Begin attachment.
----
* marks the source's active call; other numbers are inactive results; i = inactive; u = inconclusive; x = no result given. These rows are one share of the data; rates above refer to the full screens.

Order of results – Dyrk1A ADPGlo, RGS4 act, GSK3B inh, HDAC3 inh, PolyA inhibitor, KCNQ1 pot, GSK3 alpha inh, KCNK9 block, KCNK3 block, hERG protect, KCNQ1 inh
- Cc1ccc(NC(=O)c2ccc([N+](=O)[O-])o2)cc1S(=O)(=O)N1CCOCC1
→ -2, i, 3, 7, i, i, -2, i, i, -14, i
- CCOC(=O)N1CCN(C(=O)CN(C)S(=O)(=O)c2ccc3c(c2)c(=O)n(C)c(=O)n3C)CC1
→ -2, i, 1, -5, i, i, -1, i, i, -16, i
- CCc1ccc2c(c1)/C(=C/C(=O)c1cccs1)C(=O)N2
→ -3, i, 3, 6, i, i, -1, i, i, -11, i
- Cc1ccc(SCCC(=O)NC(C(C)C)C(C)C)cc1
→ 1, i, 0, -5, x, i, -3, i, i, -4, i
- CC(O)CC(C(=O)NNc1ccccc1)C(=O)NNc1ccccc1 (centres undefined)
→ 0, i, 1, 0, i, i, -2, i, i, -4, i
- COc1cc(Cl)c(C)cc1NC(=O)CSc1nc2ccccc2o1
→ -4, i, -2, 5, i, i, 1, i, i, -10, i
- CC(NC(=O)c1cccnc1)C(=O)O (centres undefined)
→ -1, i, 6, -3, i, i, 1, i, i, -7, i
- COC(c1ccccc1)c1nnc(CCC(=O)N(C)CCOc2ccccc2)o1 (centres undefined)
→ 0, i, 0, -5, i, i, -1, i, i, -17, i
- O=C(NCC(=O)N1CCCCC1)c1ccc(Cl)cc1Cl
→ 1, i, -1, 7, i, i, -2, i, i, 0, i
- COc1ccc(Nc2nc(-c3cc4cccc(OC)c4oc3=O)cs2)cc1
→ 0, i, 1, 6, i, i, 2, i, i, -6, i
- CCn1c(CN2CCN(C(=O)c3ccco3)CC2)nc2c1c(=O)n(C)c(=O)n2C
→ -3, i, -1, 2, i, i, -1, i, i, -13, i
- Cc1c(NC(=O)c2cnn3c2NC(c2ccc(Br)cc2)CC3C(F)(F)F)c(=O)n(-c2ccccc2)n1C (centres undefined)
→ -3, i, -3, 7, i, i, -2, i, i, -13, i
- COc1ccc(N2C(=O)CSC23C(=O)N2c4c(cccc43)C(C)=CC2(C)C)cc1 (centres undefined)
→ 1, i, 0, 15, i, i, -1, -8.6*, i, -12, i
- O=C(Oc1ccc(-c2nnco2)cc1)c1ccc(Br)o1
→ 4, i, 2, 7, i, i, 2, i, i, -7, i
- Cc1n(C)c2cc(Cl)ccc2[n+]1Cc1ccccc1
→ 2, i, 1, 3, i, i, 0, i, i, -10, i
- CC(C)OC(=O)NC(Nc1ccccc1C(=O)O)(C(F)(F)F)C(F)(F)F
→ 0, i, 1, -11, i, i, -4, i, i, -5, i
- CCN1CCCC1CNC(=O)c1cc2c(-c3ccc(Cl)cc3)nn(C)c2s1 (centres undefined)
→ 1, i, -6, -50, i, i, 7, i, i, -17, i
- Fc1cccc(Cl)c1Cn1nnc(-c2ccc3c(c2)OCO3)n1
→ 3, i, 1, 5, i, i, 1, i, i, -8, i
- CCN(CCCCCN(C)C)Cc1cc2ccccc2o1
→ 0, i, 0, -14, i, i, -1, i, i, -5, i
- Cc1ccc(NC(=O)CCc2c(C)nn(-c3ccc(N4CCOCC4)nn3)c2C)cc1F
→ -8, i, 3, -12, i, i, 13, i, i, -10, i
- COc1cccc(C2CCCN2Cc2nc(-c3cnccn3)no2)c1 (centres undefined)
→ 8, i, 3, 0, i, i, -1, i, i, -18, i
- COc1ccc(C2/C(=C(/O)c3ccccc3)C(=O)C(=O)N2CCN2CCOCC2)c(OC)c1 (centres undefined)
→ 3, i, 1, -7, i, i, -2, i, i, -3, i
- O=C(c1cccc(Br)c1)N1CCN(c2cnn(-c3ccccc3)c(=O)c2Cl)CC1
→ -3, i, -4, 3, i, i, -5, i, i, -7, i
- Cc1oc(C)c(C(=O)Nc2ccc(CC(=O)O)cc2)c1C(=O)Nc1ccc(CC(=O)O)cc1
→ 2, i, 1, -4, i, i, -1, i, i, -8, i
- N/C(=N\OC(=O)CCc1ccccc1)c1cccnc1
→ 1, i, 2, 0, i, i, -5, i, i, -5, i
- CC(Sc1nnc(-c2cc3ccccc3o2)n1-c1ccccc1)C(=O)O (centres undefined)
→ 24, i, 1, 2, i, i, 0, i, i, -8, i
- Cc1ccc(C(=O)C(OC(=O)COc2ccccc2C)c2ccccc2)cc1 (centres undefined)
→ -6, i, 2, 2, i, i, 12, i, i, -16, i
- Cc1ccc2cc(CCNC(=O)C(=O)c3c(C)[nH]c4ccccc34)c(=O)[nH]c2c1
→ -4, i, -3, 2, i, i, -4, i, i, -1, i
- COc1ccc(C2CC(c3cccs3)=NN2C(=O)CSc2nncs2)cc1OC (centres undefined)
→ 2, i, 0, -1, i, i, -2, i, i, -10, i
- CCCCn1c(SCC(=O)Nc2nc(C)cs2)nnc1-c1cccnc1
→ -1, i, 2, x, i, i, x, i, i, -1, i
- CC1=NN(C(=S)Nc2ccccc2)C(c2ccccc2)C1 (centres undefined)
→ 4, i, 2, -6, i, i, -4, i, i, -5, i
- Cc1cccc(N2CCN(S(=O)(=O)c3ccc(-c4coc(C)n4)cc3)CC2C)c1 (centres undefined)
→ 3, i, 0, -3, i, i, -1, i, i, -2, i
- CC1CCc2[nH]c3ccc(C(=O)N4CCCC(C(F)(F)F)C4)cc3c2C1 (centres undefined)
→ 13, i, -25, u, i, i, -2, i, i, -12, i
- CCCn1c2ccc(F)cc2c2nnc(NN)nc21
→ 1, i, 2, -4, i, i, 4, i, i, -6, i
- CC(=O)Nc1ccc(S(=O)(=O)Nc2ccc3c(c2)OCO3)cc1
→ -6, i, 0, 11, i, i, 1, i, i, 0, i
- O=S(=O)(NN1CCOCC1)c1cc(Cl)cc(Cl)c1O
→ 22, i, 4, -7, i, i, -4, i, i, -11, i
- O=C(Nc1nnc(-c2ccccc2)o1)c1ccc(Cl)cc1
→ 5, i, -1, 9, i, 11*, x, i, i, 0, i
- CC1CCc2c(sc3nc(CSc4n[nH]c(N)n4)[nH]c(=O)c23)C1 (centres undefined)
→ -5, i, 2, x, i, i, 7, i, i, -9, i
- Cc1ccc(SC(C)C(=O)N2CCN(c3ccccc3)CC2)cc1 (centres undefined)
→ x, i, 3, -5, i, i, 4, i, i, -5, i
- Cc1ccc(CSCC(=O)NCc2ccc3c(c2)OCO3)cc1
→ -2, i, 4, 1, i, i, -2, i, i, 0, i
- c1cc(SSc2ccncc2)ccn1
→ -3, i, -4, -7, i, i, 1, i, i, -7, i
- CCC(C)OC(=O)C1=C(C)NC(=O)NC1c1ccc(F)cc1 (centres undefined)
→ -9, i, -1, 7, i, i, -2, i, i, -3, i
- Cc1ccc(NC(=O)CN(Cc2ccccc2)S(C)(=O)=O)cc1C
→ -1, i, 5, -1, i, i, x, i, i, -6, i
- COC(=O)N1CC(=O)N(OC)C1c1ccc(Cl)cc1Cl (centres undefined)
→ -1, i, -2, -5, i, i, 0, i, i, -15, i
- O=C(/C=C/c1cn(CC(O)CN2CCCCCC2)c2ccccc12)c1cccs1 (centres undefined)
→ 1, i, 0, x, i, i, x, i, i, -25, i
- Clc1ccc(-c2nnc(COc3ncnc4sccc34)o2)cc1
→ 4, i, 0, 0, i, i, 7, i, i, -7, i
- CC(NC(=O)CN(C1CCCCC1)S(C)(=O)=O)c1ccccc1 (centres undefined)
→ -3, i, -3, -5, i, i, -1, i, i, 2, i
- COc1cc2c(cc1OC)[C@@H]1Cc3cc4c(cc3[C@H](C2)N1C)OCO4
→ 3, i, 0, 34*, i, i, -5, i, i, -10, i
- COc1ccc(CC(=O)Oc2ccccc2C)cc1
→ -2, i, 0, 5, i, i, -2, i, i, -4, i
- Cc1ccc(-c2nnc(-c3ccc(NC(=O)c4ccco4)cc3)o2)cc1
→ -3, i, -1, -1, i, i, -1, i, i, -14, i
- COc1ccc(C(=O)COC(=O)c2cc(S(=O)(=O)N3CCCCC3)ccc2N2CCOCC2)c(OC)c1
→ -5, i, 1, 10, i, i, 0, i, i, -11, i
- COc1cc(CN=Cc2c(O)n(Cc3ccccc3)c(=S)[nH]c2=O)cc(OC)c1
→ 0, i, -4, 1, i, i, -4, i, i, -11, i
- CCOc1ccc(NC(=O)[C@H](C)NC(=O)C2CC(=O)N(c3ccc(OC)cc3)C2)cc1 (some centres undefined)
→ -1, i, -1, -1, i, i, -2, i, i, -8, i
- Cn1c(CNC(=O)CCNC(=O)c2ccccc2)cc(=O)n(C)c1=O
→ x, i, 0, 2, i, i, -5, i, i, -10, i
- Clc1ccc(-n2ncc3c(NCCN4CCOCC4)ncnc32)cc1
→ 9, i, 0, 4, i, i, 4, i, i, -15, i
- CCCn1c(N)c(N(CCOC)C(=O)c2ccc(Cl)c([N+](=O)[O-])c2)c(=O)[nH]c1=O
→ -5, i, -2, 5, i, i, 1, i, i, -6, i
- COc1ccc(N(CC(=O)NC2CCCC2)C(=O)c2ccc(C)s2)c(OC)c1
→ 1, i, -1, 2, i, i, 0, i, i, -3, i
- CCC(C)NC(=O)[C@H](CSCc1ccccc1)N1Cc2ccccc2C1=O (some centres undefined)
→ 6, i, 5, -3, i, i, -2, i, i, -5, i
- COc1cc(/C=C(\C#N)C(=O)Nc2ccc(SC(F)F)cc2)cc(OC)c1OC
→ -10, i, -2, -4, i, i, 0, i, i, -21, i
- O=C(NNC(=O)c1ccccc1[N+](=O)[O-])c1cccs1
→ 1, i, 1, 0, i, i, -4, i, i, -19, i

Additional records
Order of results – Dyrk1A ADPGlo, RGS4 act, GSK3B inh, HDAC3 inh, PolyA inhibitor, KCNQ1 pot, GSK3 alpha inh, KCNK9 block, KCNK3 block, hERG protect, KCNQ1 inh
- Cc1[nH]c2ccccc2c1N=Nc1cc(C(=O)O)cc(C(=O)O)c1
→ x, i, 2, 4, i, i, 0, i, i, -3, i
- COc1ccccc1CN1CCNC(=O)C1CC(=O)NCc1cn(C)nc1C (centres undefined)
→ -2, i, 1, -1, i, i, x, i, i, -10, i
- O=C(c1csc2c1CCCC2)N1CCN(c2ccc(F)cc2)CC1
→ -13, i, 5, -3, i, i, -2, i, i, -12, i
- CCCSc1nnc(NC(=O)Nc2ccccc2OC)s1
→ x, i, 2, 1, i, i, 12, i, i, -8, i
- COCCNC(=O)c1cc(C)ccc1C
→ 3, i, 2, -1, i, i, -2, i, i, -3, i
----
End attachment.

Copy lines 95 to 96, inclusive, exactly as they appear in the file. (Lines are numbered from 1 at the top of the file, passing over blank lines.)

- CC(NC(=O)CN(C1CCCCC1)S(C)(=O)=O)c1ccccc1 (centres undefined)
→ -3, i, -3, -5, i, i, -1, i, i, 2, i